The ringed planet Saturn, photographed by Voyager 2

Sub-Jupiter, also known as subjovian planet or saturnian planet, is a classification of planet with mass ranging from 0.1 to 0.5 Jupiter masses or approximately 31.8 to 158.9 Earth masses. Hence it is the third most massive mass class of planet, sub-Jupiter is rated M-Class III and has the symbol Jc.

Characteristics Edit

Sub-Jupiters are gaseous with no solid surface, but there is a rocky core surrounded by liquid hydrogen-helium mixtures in their mantles. The atmospheres would contain one to several featured storms. Sub-Jupiters orbiting closer to their stars would have more violent storms and stronger winds than those orbiting further out. Their radius can range from 0.5 RJ to 1.3 RJ depending on composition and heat distribution.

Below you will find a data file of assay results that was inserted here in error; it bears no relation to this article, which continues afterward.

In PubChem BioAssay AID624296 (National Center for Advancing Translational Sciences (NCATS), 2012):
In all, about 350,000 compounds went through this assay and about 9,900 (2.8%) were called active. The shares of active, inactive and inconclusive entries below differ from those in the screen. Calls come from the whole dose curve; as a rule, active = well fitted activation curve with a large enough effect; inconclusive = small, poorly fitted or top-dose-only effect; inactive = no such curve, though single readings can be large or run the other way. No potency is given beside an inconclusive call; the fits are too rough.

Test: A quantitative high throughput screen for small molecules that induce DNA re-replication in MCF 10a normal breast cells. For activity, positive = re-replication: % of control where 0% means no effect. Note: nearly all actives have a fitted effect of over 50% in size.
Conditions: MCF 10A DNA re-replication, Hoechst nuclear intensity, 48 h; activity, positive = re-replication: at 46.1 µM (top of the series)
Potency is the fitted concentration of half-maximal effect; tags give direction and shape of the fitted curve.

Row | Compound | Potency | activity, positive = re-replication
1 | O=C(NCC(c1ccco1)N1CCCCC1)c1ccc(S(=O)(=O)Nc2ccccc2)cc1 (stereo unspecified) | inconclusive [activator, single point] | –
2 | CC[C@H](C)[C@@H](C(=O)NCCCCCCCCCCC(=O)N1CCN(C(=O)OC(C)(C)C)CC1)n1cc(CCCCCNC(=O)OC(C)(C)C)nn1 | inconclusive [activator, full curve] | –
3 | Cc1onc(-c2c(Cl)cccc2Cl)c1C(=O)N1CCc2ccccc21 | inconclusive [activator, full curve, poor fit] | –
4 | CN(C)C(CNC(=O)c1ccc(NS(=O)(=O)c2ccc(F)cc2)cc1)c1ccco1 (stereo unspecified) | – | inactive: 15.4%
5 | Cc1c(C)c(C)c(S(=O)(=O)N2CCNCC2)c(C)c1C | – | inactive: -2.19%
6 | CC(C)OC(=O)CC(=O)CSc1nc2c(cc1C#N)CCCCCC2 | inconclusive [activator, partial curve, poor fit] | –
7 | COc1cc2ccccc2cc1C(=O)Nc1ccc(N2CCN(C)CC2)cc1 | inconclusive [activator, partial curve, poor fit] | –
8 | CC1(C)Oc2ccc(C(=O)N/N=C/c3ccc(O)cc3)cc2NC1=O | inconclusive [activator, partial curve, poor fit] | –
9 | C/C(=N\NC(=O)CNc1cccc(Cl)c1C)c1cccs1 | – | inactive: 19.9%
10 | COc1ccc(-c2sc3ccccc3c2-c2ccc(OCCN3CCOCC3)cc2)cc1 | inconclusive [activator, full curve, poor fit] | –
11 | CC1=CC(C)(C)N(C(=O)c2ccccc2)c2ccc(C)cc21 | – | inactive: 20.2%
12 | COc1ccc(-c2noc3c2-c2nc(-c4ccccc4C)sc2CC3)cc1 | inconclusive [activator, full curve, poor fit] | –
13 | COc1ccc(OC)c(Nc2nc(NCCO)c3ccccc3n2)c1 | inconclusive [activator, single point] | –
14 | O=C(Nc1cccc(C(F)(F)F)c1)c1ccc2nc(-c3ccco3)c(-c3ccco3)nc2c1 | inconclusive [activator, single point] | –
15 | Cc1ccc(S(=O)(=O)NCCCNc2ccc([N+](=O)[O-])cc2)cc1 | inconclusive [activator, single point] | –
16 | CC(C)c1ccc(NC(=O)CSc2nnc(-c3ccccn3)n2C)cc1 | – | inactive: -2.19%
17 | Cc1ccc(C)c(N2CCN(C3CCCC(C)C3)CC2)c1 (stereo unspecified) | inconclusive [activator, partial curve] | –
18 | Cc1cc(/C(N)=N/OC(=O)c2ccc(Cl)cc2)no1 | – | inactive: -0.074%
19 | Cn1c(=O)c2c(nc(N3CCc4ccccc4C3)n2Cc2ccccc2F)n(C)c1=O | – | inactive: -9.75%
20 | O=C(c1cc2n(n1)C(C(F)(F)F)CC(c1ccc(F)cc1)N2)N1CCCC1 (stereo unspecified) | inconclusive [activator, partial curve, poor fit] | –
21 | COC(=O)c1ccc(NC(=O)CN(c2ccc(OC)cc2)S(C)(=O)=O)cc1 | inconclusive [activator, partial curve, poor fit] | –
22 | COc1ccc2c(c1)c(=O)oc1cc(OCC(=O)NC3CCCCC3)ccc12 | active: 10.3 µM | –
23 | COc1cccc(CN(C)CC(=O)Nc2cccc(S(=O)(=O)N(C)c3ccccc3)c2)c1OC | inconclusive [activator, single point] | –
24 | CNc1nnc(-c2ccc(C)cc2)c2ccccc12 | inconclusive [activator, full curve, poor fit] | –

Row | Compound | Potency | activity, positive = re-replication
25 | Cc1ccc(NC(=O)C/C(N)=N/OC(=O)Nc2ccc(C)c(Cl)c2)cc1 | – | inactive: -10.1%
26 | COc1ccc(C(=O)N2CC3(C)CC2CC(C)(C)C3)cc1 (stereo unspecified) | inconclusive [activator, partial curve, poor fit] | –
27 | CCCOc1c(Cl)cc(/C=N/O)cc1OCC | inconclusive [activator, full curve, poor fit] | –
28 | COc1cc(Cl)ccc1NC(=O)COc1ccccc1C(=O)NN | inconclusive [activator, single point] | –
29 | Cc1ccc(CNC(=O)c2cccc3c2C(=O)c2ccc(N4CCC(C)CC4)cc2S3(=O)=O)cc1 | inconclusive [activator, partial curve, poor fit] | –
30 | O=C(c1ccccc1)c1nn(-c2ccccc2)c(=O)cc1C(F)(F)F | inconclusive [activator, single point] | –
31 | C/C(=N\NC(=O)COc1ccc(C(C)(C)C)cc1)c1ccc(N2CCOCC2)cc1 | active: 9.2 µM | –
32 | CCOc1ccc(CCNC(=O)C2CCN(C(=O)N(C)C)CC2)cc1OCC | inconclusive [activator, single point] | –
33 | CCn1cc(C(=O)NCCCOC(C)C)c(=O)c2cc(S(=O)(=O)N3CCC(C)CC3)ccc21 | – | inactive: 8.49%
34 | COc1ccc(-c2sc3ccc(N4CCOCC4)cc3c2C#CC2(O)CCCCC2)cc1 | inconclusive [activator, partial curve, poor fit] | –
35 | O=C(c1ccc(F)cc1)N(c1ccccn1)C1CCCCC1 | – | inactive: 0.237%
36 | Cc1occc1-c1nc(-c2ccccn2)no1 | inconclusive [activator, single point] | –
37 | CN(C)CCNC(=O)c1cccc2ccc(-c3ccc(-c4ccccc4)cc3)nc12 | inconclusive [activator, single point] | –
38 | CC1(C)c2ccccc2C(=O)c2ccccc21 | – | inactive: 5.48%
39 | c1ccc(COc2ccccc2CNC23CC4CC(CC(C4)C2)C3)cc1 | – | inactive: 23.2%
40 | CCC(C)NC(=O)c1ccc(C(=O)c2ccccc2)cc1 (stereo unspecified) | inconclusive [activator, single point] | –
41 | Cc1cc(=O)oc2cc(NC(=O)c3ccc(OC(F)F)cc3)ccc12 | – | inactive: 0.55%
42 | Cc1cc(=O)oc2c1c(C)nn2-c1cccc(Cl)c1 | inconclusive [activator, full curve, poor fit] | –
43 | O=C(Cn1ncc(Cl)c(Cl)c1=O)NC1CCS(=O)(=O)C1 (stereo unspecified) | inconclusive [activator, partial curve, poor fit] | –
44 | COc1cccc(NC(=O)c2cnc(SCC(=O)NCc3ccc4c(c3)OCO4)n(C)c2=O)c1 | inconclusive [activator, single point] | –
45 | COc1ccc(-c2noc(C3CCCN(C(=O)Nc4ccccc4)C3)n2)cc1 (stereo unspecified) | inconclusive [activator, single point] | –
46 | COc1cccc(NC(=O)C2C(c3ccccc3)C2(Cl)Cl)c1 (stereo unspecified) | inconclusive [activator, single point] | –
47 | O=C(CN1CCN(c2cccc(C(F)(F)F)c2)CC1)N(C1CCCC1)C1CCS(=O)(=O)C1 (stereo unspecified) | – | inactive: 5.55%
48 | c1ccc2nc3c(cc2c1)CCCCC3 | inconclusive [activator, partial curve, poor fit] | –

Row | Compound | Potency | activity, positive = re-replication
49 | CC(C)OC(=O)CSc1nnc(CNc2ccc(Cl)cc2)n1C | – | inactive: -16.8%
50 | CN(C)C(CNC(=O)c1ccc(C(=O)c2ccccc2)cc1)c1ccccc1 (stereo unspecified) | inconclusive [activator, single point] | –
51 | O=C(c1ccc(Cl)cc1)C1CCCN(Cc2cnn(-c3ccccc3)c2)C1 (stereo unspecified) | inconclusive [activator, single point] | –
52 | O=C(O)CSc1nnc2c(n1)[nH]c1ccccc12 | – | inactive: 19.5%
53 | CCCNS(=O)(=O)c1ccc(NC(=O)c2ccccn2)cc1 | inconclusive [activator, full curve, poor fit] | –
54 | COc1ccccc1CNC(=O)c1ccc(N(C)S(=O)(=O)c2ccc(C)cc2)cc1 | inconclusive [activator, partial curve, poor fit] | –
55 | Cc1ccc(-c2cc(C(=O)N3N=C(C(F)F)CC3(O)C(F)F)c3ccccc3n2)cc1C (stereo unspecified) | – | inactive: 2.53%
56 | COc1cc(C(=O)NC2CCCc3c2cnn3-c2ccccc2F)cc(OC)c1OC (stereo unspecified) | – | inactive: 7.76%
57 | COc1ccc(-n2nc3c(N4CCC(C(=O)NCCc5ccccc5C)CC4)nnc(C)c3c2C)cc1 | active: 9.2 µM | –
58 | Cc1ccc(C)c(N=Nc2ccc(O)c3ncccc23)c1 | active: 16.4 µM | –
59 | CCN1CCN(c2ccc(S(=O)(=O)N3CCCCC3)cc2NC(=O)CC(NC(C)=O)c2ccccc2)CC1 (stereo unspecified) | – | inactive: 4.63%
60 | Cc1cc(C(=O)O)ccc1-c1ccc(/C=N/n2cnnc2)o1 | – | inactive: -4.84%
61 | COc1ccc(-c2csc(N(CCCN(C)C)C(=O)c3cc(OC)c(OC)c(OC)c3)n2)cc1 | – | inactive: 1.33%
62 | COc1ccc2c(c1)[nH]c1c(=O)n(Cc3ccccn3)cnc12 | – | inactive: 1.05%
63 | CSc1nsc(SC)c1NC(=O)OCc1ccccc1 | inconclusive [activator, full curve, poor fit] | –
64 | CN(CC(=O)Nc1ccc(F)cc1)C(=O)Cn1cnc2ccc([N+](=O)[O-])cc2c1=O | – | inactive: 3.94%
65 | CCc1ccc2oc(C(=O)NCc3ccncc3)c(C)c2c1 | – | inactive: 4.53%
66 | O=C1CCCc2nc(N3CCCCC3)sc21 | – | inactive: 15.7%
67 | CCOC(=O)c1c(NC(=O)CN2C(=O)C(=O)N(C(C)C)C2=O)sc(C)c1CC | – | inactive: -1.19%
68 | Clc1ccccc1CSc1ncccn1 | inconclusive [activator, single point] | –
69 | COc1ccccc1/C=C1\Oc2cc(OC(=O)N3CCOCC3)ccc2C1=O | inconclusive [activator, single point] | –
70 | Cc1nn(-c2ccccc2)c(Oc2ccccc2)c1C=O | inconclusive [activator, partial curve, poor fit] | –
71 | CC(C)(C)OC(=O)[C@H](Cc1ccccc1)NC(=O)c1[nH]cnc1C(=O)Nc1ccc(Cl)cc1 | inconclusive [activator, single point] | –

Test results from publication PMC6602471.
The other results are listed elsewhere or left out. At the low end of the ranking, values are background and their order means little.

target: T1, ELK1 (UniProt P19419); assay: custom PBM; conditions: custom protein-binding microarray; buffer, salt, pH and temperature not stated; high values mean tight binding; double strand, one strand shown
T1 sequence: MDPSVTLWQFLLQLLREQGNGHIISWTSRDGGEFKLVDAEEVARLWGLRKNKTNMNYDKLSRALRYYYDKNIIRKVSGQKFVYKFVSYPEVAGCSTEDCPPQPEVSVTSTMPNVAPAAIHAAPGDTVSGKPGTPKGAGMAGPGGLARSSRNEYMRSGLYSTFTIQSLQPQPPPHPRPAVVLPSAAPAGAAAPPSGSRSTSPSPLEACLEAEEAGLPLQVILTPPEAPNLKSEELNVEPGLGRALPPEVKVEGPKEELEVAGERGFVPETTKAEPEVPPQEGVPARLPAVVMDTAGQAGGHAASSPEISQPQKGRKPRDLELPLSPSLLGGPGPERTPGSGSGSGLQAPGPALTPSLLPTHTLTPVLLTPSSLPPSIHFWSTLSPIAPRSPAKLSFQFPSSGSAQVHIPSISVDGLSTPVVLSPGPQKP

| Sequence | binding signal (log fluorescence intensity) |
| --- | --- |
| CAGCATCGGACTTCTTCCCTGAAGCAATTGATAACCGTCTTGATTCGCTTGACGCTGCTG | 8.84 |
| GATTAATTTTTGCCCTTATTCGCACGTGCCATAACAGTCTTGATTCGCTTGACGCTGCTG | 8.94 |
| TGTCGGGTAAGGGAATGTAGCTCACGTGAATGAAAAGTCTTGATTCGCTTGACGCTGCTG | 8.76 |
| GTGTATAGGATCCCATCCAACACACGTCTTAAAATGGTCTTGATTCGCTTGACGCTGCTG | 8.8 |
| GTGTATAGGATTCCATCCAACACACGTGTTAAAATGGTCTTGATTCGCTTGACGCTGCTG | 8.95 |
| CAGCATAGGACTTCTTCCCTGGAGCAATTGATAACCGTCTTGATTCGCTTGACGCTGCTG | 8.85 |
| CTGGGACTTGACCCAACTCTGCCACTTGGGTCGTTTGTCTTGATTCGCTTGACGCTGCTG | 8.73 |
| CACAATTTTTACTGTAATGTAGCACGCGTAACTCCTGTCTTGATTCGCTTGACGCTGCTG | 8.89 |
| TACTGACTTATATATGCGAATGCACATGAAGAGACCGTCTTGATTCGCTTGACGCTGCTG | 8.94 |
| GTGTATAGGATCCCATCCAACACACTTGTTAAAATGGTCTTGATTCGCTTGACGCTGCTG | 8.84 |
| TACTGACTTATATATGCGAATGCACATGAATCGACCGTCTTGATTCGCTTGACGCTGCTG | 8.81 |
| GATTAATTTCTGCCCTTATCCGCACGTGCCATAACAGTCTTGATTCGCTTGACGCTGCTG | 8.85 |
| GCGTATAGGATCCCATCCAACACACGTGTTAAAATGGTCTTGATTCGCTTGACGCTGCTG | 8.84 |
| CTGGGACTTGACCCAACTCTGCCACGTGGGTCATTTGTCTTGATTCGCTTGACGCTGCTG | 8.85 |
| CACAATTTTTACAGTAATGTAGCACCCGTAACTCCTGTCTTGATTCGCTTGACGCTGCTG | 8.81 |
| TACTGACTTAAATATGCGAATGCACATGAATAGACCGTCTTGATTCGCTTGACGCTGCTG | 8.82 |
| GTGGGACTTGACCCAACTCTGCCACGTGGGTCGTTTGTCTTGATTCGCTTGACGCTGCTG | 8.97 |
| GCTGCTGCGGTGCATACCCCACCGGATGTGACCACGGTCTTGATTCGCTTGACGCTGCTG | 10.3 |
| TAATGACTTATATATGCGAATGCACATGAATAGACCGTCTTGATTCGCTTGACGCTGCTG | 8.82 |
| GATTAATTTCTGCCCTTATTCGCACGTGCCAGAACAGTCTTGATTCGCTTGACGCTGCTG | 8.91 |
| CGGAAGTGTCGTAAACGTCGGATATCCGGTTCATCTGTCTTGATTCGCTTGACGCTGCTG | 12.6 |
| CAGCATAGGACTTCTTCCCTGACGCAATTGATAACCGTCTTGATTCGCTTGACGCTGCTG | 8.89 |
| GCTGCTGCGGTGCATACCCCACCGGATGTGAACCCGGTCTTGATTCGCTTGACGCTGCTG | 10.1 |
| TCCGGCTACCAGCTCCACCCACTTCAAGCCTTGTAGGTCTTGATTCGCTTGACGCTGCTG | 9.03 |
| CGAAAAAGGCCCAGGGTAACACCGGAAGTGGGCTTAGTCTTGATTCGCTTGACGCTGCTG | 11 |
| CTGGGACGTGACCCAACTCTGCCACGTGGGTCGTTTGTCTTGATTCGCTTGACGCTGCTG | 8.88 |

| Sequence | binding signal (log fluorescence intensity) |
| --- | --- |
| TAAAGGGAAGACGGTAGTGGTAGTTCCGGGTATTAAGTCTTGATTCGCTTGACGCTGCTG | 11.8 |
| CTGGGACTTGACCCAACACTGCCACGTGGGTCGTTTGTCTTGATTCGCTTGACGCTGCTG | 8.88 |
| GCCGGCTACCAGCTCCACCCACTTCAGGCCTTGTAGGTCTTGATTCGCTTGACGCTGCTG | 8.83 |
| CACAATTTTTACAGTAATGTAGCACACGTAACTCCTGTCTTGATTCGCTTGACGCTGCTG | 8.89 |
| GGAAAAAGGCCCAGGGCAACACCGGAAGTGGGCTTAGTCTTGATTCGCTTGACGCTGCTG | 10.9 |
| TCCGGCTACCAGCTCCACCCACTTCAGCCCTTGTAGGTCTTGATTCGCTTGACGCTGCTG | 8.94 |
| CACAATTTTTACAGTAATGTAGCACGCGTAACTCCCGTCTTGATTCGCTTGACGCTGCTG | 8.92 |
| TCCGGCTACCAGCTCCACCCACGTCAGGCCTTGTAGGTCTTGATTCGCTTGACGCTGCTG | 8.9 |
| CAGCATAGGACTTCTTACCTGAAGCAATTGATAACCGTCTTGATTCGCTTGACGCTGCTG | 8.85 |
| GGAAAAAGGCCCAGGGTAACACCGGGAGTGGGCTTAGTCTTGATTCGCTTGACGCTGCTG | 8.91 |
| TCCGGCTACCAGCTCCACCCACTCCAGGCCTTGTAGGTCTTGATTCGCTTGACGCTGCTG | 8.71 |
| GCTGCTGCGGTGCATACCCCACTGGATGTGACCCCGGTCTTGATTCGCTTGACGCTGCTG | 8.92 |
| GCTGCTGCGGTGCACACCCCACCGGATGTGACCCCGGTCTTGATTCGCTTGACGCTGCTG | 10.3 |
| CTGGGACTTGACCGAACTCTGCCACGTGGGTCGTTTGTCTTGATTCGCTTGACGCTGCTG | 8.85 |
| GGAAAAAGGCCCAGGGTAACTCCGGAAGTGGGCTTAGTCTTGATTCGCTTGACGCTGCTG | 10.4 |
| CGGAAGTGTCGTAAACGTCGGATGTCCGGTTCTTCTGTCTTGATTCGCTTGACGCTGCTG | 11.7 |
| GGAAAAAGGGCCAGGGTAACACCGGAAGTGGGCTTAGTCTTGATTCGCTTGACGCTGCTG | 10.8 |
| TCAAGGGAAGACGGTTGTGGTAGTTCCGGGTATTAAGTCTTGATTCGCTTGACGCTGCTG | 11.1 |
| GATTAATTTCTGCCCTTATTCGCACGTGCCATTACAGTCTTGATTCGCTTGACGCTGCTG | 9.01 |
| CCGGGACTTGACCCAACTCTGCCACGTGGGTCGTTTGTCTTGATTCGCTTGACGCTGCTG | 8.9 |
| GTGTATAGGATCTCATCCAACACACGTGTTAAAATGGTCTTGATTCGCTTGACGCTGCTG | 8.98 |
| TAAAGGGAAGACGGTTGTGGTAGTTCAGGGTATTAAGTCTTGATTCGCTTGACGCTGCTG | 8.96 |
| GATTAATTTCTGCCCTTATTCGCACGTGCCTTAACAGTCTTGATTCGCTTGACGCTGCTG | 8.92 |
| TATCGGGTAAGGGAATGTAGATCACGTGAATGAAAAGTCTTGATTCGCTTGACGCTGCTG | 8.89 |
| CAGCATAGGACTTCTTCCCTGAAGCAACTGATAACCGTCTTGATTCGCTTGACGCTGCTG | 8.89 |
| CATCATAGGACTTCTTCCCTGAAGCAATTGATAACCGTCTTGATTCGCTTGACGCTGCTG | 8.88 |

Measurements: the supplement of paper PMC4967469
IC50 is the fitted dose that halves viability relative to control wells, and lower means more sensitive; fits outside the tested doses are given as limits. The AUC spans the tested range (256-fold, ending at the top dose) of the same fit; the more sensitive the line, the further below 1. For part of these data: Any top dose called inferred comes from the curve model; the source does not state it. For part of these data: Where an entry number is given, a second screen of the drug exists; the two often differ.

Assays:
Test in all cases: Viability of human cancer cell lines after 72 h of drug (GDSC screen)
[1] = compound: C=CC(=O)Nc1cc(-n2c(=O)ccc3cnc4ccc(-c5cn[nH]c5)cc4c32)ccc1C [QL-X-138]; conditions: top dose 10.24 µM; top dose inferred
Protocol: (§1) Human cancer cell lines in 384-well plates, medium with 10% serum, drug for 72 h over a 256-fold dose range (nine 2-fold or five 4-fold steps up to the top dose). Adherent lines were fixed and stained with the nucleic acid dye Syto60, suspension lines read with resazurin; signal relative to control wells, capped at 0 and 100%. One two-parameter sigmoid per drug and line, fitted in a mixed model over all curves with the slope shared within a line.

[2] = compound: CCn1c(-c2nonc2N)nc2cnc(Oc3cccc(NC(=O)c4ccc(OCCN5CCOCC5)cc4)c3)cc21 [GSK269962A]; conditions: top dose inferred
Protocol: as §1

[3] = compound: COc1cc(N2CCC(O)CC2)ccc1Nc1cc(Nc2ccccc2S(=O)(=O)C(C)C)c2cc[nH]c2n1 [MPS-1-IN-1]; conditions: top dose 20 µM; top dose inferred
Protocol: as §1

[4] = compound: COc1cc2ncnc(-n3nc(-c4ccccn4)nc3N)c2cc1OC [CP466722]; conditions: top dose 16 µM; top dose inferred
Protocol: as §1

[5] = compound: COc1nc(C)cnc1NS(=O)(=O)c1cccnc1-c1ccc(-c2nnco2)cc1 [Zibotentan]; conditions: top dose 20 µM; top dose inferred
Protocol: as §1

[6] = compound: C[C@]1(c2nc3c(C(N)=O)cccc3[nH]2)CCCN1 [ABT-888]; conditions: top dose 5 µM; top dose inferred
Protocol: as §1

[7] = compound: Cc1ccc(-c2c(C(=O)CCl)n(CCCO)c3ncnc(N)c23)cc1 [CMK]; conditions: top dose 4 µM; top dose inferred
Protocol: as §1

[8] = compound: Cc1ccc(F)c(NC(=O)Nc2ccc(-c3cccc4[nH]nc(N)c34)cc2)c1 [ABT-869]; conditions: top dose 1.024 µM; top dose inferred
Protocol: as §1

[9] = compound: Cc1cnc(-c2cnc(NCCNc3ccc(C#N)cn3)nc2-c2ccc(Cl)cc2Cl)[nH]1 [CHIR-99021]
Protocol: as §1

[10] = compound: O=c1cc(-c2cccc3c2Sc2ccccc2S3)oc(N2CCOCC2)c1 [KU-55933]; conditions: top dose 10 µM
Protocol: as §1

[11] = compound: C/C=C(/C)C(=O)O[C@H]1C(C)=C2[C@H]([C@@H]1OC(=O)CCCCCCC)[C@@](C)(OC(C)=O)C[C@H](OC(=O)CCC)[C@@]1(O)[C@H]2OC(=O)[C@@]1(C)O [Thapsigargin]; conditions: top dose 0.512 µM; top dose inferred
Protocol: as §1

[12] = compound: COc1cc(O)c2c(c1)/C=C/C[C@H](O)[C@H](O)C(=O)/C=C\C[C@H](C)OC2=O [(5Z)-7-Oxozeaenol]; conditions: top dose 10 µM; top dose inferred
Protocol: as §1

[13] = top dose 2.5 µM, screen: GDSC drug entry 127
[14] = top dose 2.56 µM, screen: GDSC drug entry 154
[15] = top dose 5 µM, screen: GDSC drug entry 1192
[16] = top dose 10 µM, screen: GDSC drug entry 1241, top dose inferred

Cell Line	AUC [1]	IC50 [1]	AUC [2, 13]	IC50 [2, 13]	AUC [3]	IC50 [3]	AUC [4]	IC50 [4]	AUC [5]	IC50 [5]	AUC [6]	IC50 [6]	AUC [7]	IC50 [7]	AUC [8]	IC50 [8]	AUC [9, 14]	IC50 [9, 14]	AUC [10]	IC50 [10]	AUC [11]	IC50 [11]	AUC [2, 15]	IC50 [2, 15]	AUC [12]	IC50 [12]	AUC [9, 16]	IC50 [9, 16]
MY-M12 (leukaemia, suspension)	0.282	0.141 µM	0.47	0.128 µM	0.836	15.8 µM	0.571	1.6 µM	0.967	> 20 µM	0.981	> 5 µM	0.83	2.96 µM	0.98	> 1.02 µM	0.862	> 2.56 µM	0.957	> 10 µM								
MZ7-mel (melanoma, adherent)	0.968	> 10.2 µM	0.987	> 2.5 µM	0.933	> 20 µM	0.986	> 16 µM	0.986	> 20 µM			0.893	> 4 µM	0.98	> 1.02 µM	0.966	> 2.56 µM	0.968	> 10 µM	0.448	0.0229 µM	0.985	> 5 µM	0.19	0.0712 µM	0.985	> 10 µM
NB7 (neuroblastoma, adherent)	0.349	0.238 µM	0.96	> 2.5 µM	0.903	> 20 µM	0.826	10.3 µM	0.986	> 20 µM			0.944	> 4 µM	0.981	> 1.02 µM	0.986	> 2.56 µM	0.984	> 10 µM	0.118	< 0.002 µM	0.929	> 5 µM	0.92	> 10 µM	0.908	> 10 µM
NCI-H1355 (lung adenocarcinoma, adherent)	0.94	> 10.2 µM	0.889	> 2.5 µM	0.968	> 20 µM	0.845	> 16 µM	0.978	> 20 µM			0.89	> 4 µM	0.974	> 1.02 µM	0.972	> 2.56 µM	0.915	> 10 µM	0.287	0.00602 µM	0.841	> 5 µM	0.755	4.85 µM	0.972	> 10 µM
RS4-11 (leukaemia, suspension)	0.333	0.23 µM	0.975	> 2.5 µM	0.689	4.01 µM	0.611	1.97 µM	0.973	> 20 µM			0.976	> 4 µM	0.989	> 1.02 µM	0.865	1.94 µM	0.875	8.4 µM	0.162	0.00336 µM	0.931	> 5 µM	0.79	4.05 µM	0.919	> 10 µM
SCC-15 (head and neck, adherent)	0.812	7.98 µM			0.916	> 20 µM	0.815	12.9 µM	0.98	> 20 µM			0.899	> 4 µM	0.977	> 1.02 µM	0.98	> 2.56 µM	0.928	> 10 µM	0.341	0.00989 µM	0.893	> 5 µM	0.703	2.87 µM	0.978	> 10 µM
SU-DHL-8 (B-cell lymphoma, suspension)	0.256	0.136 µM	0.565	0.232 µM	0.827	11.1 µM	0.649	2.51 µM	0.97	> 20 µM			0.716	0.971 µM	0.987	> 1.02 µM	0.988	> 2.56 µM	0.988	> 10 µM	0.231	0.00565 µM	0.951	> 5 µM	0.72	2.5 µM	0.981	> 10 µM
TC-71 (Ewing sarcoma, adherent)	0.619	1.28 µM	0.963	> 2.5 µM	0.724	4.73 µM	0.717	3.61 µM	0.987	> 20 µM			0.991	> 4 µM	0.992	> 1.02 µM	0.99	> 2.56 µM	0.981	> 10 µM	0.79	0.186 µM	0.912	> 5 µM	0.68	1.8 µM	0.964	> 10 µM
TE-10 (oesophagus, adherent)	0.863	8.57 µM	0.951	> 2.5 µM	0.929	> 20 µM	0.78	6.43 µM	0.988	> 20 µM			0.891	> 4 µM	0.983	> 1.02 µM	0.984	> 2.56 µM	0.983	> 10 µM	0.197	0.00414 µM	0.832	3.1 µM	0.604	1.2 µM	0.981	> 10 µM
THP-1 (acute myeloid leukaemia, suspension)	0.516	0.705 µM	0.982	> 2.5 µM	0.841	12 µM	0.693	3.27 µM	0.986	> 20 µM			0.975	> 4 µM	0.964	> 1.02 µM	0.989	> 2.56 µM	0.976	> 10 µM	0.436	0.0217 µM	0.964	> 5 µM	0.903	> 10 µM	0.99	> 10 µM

Abundance Edit

There are an estimated 65 billion sub-Jupiters in our galaxy alone, making it the third least abundant mass class of planet after super-Jupiter and mid-Jupiter. This corresponds that 79‰ of all 820 billion planets in our galaxy are sub-Jupiters.

Known sub-Jupiters Edit

Saturn, massing 0.3 MJ, is the only sub-Jupiter in our solar system. There are a gross of extrasolar sub-Jupiters identified. HD 46375 b (Dejanira) and 79 Ceti b (Odysseus) were the first sub-Jupiter exoplanets identified, based on their speculative true masses. Other examples are HD 164922 b (Diomedes) and 55 Cancri f (Stygne).